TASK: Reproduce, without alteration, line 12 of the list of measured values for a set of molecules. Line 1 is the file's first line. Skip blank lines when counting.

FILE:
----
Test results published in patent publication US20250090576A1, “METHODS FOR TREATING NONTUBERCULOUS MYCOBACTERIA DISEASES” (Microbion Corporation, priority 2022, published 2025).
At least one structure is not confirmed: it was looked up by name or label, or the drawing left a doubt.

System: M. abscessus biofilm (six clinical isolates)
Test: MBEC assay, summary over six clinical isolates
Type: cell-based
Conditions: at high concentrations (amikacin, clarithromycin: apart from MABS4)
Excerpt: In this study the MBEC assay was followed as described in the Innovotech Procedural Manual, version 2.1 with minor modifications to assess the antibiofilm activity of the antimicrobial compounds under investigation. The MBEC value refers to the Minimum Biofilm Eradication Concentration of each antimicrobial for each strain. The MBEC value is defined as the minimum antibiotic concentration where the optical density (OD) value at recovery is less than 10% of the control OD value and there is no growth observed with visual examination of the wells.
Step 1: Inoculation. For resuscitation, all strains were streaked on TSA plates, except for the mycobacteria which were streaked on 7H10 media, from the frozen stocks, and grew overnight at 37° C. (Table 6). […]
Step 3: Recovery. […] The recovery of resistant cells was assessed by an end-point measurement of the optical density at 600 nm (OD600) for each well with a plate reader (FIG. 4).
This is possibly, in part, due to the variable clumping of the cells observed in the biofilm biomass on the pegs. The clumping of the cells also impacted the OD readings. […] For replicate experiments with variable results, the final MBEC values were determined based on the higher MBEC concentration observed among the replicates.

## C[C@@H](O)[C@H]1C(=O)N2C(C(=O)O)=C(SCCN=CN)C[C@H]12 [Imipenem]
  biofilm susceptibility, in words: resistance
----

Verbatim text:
  biofilm susceptibility, in words: resistance